It’s Friday-night rehearsal of act one, and a myriad of details, on and off the floorboards, still need to be ironed out. The Dancing Maids, in their warmup leggings and workout leotards — imaginary feather dusters fluttering from their long, graceful arms — are slightly out of step.
“Don’t guess!” cautions Ann Dunn, the Asheville Civic Ballet’s director and the choreographer of The Nutcracker. “Feel as one.“
And suddenly, all the pink satin toe-shoes move in perfect harmony.
“It’s the details in any production that show how professional it is,” Dunn reminds the huge gathering of dancers and spectators crammed onto the rehearsal floor. (The Nutcracker boasts a cast of about 50 dancers — most of whom play more than one role.)
And speaking of details: “Dancers, remember — pink tights with no seams. No jewelry. Hair pulled back close to your head in classic ballerina style.” A tiny Snowflake, sporting a high-fashion blunt cut, pipes up: “What do I do about my bangs?”
Dunn’s probably been asked this question a hundred times in the 26 years she’s been choreographing the local Nutcracker — yet she answers patiently.
“Lots of hairspray, honey. And light-colored bobby pins.”
The Snowflake skips off happily, the major crisis of her first eight years of life resolved. How does Dunn handle it all with such equanimity, especially with so many of the aforementioned details still swirling in limbo? (Work on the seven new Butterfly tutus hasn’t even begun yet!)
“I’ve been pregnant so many times,” laughs this mother of five, “that I have learned all things come to an end!”
Tchaikovsky’s famous ballet first graced the stage more than a century ago, and young Clara’s dream adventure has been enchanting audiences ever since. This year’s production at Diana Wortham Theatre promises even more magic, with all the traditional fare intact plus lots of new treats. For the uninitiated, The Nutcracker proffers a feast of traditional ballet — sweetened, in various productions, with modern dance, ballroom moves, jazz, tap and acrobatics. Asheville’s Nutcracker even adds a burst of Celtic stepdancing, courtesy of Irish performer Joe Mohar.
Clara, the dream role of every ballerina, will be danced by budding star Leigh Cowart, 15.
Its status as a Christmas-only staple renders The Nutcracker’s creative energy as ephemeral as the dream story on which the dance is based. That’s why everyone at the rehearsal is so feverishly excited — they’re on the brink of the countdown.
The unique joy of dancing is that the body itself — every fiber of every muscle, from the tilt of an outstretched fingertip to the perfect point of a toe — is used as an instrument. Although the gasps are saved for the moves of the professional principal dancers, the rambunctious energy of the 14 tiny Snowflakes and eight Icicles is what elicits the warmest smiles.
“A wonderful thing about Nutcracker,” posits Susan Thorsland, the statuesque principal dancer whose solo opens the ballet, “is the experience it offers to both adults and children. All the children get to rehearse side by side with the more experienced dancers. You rarely get such an experience in any other production.”
Reprising his principal-dancer role as The Cavalier for the fourth time is Dion Wilson, an athletic powerhouse from the Dance Theatre of Harlem.
“Nutcracker is so much fun!” he exlaims with a laugh. Joining Wilson is Melody Staples, in what’s actually her second Asheville performance as the Sugar Plum Fairy (she first danced it years ago, as a high-school senior). Like an impressive number of other Fletcher School of Dance graduates, Staples moved to New York and went professional. But she comes home to dance whenever she can.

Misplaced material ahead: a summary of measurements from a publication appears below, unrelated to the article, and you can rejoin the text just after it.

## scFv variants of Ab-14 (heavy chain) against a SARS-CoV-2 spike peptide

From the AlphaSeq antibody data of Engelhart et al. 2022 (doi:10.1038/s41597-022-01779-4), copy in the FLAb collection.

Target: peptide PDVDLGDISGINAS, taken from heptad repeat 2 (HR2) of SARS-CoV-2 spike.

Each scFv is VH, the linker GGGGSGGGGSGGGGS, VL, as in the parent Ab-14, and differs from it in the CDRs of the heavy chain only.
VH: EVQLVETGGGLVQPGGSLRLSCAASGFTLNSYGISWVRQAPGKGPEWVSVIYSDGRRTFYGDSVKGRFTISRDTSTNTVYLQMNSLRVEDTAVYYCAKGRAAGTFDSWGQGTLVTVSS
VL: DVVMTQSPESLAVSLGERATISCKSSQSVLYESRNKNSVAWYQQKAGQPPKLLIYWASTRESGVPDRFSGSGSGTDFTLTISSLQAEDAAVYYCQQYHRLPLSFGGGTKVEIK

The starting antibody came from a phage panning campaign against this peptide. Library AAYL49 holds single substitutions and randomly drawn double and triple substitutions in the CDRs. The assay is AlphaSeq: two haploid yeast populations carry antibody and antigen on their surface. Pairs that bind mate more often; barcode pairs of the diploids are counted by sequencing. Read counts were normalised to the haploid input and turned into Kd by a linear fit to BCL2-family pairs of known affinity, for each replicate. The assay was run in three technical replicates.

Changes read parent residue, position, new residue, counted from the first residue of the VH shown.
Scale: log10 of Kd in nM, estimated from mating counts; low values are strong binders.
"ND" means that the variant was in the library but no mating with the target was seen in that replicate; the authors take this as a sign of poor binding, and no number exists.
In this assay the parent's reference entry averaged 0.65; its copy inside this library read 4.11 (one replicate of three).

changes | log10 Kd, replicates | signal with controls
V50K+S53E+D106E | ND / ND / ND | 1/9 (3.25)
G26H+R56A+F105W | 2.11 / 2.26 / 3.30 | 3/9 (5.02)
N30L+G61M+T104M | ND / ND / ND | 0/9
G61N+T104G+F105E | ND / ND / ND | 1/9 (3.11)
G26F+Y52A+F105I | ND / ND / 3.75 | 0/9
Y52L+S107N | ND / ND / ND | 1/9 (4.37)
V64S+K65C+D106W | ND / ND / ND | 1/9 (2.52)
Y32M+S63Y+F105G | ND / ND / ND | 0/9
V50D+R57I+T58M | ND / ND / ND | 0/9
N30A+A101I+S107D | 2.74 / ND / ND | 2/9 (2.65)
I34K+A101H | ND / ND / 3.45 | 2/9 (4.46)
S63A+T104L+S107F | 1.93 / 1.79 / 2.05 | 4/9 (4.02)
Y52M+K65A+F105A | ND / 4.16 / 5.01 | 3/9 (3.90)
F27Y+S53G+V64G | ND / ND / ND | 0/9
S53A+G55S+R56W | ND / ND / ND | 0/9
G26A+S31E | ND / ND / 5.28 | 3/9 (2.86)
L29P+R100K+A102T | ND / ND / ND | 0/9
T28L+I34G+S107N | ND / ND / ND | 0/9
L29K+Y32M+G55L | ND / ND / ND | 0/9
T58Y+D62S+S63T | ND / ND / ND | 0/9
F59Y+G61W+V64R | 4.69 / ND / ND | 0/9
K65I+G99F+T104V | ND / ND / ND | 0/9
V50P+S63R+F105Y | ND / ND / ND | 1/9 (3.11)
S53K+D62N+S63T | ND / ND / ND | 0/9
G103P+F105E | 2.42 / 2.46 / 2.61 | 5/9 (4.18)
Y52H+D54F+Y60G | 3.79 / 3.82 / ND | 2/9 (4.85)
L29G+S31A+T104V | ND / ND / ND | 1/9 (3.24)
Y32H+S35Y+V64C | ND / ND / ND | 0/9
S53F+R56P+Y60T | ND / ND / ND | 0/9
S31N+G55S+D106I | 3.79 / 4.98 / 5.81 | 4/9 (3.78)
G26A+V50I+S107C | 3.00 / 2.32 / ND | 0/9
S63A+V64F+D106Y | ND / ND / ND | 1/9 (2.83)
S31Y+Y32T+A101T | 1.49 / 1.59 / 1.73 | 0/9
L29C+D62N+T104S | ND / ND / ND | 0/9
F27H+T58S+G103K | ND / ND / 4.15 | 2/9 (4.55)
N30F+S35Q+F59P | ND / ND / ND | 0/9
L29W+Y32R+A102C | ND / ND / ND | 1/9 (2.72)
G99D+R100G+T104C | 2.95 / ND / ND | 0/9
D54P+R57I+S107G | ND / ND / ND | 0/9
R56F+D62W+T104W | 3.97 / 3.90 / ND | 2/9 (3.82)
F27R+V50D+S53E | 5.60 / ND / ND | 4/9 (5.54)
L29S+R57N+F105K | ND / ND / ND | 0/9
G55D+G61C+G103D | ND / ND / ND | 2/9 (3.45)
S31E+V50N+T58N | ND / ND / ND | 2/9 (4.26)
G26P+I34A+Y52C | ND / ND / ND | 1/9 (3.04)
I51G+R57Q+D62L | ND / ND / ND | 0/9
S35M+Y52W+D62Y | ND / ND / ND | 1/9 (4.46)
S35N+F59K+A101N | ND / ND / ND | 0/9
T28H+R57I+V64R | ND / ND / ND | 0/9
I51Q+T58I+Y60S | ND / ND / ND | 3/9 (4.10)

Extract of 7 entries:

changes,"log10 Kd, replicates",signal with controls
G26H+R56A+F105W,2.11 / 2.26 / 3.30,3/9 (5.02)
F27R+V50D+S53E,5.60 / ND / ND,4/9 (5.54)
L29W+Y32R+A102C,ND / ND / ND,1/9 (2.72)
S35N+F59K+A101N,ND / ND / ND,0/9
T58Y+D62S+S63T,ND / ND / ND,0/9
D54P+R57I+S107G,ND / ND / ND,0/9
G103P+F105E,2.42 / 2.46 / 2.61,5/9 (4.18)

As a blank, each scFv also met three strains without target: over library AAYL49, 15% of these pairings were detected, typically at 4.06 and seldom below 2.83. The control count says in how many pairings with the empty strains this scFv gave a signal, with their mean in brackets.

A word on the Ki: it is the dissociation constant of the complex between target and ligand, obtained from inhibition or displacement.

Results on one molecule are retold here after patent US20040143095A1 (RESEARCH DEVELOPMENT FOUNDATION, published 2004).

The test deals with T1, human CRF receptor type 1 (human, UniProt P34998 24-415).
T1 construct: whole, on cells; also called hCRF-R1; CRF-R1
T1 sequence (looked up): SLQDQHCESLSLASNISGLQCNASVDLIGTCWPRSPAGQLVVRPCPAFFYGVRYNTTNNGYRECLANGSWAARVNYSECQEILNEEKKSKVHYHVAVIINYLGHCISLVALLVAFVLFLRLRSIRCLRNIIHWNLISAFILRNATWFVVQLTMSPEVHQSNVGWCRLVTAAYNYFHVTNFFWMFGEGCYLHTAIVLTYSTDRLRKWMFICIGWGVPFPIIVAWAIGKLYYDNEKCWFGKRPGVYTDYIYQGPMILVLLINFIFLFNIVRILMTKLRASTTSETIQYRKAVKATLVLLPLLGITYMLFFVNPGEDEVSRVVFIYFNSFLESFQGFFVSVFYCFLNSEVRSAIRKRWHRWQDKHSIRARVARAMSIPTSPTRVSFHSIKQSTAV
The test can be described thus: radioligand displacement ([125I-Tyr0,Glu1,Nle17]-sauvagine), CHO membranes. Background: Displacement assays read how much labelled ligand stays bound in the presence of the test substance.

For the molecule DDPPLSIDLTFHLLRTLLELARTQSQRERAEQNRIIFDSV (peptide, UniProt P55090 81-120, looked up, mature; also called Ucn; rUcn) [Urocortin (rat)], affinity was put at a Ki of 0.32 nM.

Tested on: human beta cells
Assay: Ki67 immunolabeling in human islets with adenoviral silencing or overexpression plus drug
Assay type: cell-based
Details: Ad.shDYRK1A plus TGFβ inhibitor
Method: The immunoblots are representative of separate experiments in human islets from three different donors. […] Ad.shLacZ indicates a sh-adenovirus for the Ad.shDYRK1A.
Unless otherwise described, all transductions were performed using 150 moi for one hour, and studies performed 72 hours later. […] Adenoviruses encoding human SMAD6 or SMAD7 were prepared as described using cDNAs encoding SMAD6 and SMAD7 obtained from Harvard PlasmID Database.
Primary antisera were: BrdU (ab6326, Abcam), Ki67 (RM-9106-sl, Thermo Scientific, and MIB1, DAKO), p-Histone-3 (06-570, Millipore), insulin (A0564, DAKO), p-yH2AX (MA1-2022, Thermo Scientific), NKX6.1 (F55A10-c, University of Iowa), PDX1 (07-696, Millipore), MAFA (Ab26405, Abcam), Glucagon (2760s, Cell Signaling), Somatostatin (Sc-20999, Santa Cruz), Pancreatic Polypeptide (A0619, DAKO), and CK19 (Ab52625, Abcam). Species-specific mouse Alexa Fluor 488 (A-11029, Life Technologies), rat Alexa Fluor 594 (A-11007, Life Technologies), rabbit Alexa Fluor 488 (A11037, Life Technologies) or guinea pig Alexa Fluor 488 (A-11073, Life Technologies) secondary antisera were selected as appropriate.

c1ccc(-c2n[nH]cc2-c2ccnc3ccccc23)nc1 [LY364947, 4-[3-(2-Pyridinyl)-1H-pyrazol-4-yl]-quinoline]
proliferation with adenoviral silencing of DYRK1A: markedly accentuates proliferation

Another returnee is Kristen Jacobs, for whom Dunn created the role of the lead Butterfly. Elizabeth Nelson, at 16, is a veteran Nutcracker performer; she’s rehearsing a sweet number with Stephen Gross, a first-time Snow Prince.
Another pas de deux will be executed by a brother/sister duo, Anne-Marie and Joe Coddington, who dance the Waltz of the Flowers. What’s it like for siblings to dance a romantic number?
“Oh, it’s working out very well,” Dunn insists (this despite the fact that Anne-Marie broke her foot two months ago). The Nutcracker, in fact, is a family affair for many — also dancing are brother and sister Sarah and Daniel McGinnis; their mother, Star McGinnis, is the company’s costume designer.
“Star makes the 300-plus costumes, labels them, organizes, irons, puts on the doodads, sets up the costume shop backstage and is on hand to repair the costumes during performance, which happens all the time,” the choreographer marvels (this is obviously a case of superwomen well-met).
Margaret Kuhn, a veterinarian by day, plays the comic role of the Drunken Maid. Her daughter, Ellie, is a Snowflake.
“Ballet is your hobby?” I ask Margaret.
“My passion,” she corrects.
In The Nutcracker, age poses no barriers. Retirees Hal and Frances Hale dance like young lovers in the lavish party scene. Drosselmeier, Clara’s enigmatic godfather who gives her the beloved toy nutcracker, is danced by Bud Grant, who didn’t begin ballet classes till he was 40.
After attending the rehearsal, I’m convinced that local movie-casting agents could save themselves work by doing the same thing — because the most beautiful women in Western North Carolina are dancing Asheville’s Nutcracker this year. Three teenage beauties — Elizabeth Nelson, Sarah McGinnis and Anne-Marie Coddington — are flushed from exertion. Among them, there’s already a collective 17 years of performance time invested in this holiday classic.
“It’s so joyful — so much excitement,” Nelson bubbles, giggling from experience.
“But it’s a lot of ups and downs too,” she continues, serious for a second. “It takes a lot out of you emotionally. It’s stressful, with school and homework and trying to have a social life.”